Getting rejected hurts – no doubt about it.
I remember the very first time I got rejected by a girl. I was a wimpy little 3rd grader who had a crush on this girl in my class. I decided I was going to ‘man up’ and tell her, so I wrote her an email via AOL.
I still remember my messge to her: I like you. Do you like me? If not, that’s ok. I will understand.
Her response: No.
Rejection straight up hurts. Whether it’s from a family member, friend, coworker, or some weirdo on Facebook you never talk to who decides to randomly comment on your post and diss you, when we get rejected it stings us in our heart – the epicenter of our emotions.
But, rejection also has a way of helping us out, and making our lives better.
I’ve learned to look at rejection differently these past few years. In fact, some of the biggest blessings in my life have come out of rejection. Let me share one of them with you.
Colorado Springs and Shenzhen
After college, I did a marketing internship at a publishing company in Colorado Springs, Colorado. My boss wanted to bring me onboard full-time, but the company didn’t have ‘the budget’ for it, so I had to look elsewhere. (Rejection #1: not getting hired at the company you did your internship at – a company you wanted to work for.)
So I explored all other options, including China. Shenzhen, to be exact.
There was an open e-commerce marketing position for this manufacturing company in Szhenzen, China. The company was run by two Americans, and I would’ve been working directly with them.
There was over 20 applicants, and I made it to the very last round: just me and one other dude.
However, they decided to go with the other guy, and not me. I got rejected and denied a second time.
Ouch. (Rejection #2: not getting hired at a company you applied for.)
Because I got rejected, I was forced to take the one and only other job offer I got: a marketing coordinator position from a company in Chicago, Illinois. (Man, oh man, was I sad to leave Colorado! Rejection #3: Not getting to stay in the state you want to live in.)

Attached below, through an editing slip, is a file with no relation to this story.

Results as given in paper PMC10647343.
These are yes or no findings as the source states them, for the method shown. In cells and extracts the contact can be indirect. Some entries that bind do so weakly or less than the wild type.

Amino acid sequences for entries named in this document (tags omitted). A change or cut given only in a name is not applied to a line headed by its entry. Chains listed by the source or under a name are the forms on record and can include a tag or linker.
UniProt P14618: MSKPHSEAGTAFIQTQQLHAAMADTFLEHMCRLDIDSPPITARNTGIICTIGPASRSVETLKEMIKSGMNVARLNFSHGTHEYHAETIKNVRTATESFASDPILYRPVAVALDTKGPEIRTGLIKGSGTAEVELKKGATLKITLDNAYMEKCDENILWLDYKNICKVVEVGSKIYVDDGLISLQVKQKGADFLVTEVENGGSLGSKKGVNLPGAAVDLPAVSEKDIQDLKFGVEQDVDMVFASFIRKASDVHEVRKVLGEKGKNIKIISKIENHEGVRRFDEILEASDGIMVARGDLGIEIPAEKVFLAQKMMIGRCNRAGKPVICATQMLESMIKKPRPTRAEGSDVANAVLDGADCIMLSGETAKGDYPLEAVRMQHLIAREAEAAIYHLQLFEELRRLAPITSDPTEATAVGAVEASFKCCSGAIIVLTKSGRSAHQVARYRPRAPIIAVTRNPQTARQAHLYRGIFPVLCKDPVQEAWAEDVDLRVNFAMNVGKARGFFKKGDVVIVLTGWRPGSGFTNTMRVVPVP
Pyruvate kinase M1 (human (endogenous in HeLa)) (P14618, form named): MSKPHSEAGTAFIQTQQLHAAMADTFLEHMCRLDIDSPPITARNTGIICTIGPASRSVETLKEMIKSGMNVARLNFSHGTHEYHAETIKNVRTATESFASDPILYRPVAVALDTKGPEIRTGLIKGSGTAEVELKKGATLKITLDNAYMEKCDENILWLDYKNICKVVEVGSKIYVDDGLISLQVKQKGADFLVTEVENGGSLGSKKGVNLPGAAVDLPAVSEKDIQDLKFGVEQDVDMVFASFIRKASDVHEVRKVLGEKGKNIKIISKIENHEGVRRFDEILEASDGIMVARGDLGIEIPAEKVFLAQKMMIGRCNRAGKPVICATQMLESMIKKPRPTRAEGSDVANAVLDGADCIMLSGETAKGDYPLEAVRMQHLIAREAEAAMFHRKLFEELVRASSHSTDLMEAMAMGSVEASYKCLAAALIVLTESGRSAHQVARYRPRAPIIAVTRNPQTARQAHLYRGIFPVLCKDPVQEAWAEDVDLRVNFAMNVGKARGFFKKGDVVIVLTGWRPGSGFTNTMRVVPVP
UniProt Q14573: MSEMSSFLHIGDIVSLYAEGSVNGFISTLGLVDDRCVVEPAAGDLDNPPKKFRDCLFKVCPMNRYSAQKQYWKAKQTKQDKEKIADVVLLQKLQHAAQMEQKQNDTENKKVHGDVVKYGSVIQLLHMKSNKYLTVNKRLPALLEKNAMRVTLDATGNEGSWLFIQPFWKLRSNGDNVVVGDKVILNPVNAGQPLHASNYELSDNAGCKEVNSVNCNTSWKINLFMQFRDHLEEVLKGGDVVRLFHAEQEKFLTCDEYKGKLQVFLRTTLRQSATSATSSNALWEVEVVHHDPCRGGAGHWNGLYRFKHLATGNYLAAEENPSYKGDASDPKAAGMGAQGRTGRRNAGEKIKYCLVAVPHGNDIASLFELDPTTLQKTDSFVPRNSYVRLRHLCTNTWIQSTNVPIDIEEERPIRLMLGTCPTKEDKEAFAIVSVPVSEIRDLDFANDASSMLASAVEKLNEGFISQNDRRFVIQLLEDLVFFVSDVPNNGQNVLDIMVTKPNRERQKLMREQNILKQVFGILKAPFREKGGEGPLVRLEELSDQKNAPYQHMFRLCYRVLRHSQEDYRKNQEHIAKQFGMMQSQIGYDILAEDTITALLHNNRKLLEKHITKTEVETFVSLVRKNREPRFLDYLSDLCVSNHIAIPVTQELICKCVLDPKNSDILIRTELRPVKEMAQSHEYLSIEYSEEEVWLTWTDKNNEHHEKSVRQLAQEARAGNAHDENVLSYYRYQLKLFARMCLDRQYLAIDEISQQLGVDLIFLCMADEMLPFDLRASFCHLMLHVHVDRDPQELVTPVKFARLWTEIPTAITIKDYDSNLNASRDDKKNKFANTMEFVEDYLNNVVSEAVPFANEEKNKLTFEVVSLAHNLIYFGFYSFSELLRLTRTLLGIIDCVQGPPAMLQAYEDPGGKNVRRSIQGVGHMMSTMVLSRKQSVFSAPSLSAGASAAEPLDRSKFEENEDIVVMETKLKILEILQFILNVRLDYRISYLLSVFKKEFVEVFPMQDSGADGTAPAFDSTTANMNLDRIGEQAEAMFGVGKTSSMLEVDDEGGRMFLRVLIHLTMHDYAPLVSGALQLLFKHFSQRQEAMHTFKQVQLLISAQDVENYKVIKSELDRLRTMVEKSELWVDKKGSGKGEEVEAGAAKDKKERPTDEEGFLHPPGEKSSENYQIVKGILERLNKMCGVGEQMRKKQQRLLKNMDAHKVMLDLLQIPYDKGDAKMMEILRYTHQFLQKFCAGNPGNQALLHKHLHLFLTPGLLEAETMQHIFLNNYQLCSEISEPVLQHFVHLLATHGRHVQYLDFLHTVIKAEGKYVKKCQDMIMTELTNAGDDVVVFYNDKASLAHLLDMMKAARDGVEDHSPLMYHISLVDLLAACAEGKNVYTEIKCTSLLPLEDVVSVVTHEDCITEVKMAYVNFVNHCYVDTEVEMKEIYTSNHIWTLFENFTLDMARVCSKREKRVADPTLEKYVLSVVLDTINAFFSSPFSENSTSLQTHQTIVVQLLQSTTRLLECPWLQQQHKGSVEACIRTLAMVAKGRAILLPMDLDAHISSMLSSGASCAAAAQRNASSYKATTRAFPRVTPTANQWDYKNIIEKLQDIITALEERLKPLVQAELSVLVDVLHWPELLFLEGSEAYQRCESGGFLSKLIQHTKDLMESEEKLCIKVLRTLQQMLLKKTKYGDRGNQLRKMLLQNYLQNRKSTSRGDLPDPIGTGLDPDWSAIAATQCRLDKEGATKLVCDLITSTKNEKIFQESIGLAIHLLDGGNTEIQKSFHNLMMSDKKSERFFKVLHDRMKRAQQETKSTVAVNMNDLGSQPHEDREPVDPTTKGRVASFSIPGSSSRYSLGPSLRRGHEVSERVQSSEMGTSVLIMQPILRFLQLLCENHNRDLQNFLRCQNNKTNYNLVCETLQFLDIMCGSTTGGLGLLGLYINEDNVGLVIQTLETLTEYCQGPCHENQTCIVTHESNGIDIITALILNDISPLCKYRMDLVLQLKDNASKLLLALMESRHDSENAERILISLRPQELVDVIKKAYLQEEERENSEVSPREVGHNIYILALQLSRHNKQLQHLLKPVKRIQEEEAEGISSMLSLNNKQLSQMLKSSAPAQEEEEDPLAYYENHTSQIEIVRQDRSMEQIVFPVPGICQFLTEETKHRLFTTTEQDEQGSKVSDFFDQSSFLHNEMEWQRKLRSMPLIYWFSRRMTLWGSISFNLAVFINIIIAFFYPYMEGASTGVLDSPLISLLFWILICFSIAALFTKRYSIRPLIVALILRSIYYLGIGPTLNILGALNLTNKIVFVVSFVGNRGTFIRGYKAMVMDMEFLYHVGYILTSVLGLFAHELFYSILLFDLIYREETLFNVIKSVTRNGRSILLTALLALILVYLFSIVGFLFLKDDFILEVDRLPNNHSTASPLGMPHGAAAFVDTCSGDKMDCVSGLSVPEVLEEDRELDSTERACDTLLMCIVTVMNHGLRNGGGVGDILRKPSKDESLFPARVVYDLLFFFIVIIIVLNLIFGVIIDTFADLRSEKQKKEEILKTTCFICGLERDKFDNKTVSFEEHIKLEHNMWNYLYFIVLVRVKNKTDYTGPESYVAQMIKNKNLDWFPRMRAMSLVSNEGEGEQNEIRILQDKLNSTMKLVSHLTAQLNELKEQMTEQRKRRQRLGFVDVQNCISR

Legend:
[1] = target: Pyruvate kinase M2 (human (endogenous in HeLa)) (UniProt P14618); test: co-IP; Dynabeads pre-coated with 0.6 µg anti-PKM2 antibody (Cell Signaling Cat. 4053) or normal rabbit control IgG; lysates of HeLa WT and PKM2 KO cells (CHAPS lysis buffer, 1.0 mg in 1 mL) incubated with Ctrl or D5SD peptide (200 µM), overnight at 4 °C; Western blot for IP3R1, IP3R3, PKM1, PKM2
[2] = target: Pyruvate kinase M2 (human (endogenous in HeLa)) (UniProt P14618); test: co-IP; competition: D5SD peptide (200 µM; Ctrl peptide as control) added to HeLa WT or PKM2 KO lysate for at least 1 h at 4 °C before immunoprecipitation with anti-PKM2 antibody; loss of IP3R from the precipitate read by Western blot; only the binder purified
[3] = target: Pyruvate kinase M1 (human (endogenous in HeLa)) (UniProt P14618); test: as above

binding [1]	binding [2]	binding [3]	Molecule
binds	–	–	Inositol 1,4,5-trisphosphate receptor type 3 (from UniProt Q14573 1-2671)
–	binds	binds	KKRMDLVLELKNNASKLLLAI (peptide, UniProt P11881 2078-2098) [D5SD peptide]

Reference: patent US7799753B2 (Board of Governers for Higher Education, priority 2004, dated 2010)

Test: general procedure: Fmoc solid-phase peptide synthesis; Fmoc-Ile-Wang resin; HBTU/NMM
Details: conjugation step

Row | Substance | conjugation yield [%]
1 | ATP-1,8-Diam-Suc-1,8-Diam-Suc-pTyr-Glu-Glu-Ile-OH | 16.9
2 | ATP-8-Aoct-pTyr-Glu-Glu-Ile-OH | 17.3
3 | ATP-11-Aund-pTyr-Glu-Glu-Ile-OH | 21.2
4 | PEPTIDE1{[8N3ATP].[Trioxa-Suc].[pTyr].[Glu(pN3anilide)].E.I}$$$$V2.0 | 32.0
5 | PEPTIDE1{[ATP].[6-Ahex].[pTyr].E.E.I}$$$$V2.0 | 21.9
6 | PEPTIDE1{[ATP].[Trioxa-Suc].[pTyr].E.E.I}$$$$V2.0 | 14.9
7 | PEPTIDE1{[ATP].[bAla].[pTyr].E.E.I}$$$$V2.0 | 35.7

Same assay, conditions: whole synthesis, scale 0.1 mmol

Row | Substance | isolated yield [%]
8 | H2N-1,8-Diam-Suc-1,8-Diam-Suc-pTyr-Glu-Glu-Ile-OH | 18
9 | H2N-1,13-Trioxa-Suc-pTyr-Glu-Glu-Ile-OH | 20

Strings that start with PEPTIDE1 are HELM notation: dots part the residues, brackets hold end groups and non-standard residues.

So why did this turn out to be awesome?
These three rejections forced me to move back to Illinois, because that was where my new job was.
Within a year after moving home, I had unexpectedly reconnected with a woman named Abby – the woman who is now my wife.
Abby and I had dated for three years in high school and into college, but we broke up (for three years) due to personal differences we had at the time. We unexpectedly ran into each other at a benefit concert a mutual friend was putting on, and started talking again. We kept talking for several months after that, had plenty of in-depth conversations, and 14 months later we were married.
Had I stayed in Colorado Springs or moved to China, it’s very likely I would have never reconnected with Abby, and we most likely would not have got back together or married.
You see, rejection often redirects us toward the right and best path.
The publishing company in Colorado was awesome to work at, primarily because of the team members I worked with. However, a year later all of them (except one) weren’t working at the company anymore. The team members either switched companies, or quit and started their own company.
The job opportunity in Shenzhen sounded awesome on paper. But would it have been fun to be over 7,502 miles away from home? Maybe, but it could have have been totally miserable being in a foreign land, not speaking the language, and having no friends or family members within thousands of miles from me.
Plus, I would not have reconnected with Abby, and we probably wouldn’t be married today.
Sometimes, getting rejected turns out to be for your good, because it keeps you away from people and things that wouldn’t be good for you, and it keeps you headed in the right direction – the best direction.
And we know that for those who love God all things work together for good, for those who are called according to his purpose.” – Romans 8:28 ESV